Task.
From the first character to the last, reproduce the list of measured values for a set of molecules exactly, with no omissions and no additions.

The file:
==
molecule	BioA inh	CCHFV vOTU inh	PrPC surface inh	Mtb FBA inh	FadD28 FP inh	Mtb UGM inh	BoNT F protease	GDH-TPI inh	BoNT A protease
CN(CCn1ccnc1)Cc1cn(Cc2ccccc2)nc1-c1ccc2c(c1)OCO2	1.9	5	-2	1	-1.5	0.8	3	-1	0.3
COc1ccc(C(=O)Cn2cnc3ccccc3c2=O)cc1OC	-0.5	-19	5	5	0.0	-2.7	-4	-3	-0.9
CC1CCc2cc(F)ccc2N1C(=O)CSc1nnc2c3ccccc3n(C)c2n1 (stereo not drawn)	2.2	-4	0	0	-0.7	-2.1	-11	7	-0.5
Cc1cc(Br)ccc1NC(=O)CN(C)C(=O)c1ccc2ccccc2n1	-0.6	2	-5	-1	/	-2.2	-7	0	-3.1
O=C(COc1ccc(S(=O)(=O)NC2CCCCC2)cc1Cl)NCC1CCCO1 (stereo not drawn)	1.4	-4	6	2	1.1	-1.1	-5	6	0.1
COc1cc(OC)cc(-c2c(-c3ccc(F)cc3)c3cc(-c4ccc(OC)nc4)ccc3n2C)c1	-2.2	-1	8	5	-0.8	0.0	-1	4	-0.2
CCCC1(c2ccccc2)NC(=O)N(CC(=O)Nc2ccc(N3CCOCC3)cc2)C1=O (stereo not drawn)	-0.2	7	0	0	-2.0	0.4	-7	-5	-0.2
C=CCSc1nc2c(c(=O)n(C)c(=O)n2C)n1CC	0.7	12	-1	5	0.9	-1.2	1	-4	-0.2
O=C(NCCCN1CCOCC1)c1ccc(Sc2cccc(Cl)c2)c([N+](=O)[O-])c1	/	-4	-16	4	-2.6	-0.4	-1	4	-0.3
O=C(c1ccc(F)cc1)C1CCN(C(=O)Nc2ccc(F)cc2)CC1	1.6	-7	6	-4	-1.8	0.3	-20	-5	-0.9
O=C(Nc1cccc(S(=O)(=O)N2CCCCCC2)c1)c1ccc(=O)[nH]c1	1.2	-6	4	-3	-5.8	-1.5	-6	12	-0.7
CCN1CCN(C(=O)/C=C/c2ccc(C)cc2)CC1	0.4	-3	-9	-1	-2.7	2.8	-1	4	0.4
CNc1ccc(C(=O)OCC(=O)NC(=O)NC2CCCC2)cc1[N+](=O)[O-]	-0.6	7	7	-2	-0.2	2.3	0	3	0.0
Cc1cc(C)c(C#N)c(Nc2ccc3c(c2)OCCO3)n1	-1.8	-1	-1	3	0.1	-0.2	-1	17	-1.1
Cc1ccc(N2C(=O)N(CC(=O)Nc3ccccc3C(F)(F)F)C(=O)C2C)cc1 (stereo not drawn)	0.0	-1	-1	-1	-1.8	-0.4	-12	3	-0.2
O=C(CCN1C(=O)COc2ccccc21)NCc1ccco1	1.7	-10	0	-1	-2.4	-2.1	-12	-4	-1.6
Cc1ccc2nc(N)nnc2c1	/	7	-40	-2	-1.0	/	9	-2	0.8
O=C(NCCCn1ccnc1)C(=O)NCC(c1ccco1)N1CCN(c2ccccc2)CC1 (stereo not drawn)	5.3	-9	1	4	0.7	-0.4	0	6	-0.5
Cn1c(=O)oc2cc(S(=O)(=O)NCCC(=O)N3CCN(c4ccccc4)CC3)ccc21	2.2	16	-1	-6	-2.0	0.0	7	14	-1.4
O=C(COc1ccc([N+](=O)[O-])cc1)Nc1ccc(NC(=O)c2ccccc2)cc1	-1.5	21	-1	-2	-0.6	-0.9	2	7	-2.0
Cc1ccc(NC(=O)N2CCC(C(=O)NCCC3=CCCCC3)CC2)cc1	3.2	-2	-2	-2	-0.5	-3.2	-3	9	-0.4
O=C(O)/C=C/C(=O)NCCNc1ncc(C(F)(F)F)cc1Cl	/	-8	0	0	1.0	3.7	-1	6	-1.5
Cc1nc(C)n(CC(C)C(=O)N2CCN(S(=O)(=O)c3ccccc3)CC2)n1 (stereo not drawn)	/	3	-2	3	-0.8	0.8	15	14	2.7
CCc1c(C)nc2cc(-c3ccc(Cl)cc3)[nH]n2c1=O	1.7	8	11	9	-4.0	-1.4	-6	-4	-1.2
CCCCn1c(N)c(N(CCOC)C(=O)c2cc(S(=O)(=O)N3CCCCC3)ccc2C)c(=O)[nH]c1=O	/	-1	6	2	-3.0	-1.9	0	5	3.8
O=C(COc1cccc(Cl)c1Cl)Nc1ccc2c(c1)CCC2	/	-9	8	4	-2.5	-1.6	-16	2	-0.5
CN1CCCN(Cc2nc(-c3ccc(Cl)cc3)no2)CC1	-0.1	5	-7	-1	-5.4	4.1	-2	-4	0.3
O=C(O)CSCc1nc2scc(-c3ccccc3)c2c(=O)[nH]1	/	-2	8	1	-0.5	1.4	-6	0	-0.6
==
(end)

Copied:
molecule	BioA inh	CCHFV vOTU inh	PrPC surface inh	Mtb FBA inh	FadD28 FP inh	Mtb UGM inh	BoNT F protease	GDH-TPI inh	BoNT A protease
CN(CCn1ccnc1)Cc1cn(Cc2ccccc2)nc1-c1ccc2c(c1)OCO2	1.9	5	-2	1	-1.5	0.8	3	-1	0.3
COc1ccc(C(=O)Cn2cnc3ccccc3c2=O)cc1OC	-0.5	-19	5	5	0.0	-2.7	-4	-3	-0.9
CC1CCc2cc(F)ccc2N1C(=O)CSc1nnc2c3ccccc3n(C)c2n1 (stereo not drawn)	2.2	-4	0	0	-0.7	-2.1	-11	7	-0.5
Cc1cc(Br)ccc1NC(=O)CN(C)C(=O)c1ccc2ccccc2n1	-0.6	2	-5	-1	/	-2.2	-7	0	-3.1
O=C(COc1ccc(S(=O)(=O)NC2CCCCC2)cc1Cl)NCC1CCCO1 (stereo not drawn)	1.4	-4	6	2	1.1	-1.1	-5	6	0.1
COc1cc(OC)cc(-c2c(-c3ccc(F)cc3)c3cc(-c4ccc(OC)nc4)ccc3n2C)c1	-2.2	-1	8	5	-0.8	0.0	-1	4	-0.2
CCCC1(c2ccccc2)NC(=O)N(CC(=O)Nc2ccc(N3CCOCC3)cc2)C1=O (stereo not drawn)	-0.2	7	0	0	-2.0	0.4	-7	-5	-0.2
C=CCSc1nc2c(c(=O)n(C)c(=O)n2C)n1CC	0.7	12	-1	5	0.9	-1.2	1	-4	-0.2
O=C(NCCCN1CCOCC1)c1ccc(Sc2cccc(Cl)c2)c([N+](=O)[O-])c1	/	-4	-16	4	-2.6	-0.4	-1	4	-0.3
O=C(c1ccc(F)cc1)C1CCN(C(=O)Nc2ccc(F)cc2)CC1	1.6	-7	6	-4	-1.8	0.3	-20	-5	-0.9
O=C(Nc1cccc(S(=O)(=O)N2CCCCCC2)c1)c1ccc(=O)[nH]c1	1.2	-6	4	-3	-5.8	-1.5	-6	12	-0.7
CCN1CCN(C(=O)/C=C/c2ccc(C)cc2)CC1	0.4	-3	-9	-1	-2.7	2.8	-1	4	0.4
CNc1ccc(C(=O)OCC(=O)NC(=O)NC2CCCC2)cc1[N+](=O)[O-]	-0.6	7	7	-2	-0.2	2.3	0	3	0.0
Cc1cc(C)c(C#N)c(Nc2ccc3c(c2)OCCO3)n1	-1.8	-1	-1	3	0.1	-0.2	-1	17	-1.1
Cc1ccc(N2C(=O)N(CC(=O)Nc3ccccc3C(F)(F)F)C(=O)C2C)cc1 (stereo not drawn)	0.0	-1	-1	-1	-1.8	-0.4	-12	3	-0.2
O=C(CCN1C(=O)COc2ccccc21)NCc1ccco1	1.7	-10	0	-1	-2.4	-2.1	-12	-4	-1.6
Cc1ccc2nc(N)nnc2c1	/	7	-40	-2	-1.0	/	9	-2	0.8
O=C(NCCCn1ccnc1)C(=O)NCC(c1ccco1)N1CCN(c2ccccc2)CC1 (stereo not drawn)	5.3	-9	1	4	0.7	-0.4	0	6	-0.5
Cn1c(=O)oc2cc(S(=O)(=O)NCCC(=O)N3CCN(c4ccccc4)CC3)ccc21	2.2	16	-1	-6	-2.0	0.0	7	14	-1.4
O=C(COc1ccc([N+](=O)[O-])cc1)Nc1ccc(NC(=O)c2ccccc2)cc1	-1.5	21	-1	-2	-0.6	-0.9	2	7	-2.0
Cc1ccc(NC(=O)N2CCC(C(=O)NCCC3=CCCCC3)CC2)cc1	3.2	-2	-2	-2	-0.5	-3.2	-3	9	-0.4
O=C(O)/C=C/C(=O)NCCNc1ncc(C(F)(F)F)cc1Cl	/	-8	0	0	1.0	3.7	-1	6	-1.5
Cc1nc(C)n(CC(C)C(=O)N2CCN(S(=O)(=O)c3ccccc3)CC2)n1 (stereo not drawn)	/	3	-2	3	-0.8	0.8	15	14	2.7
CCc1c(C)nc2cc(-c3ccc(Cl)cc3)[nH]n2c1=O	1.7	8	11	9	-4.0	-1.4	-6	-4	-1.2
CCCCn1c(N)c(N(CCOC)C(=O)c2cc(S(=O)(=O)N3CCCCC3)ccc2C)c(=O)[nH]c1=O	/	-1	6	2	-3.0	-1.9	0	5	3.8
O=C(COc1cccc(Cl)c1Cl)Nc1ccc2c(c1)CCC2	/	-9	8	4	-2.5	-1.6	-16	2	-0.5
CN1CCCN(Cc2nc(-c3ccc(Cl)cc3)no2)CC1	-0.1	5	-7	-1	-5.4	4.1	-2	-4	0.3
O=C(O)CSCc1nc2scc(-c3ccccc3)c2c(=O)[nH]1	/	-2	8	1	-0.5	1.4	-6	0	-0.6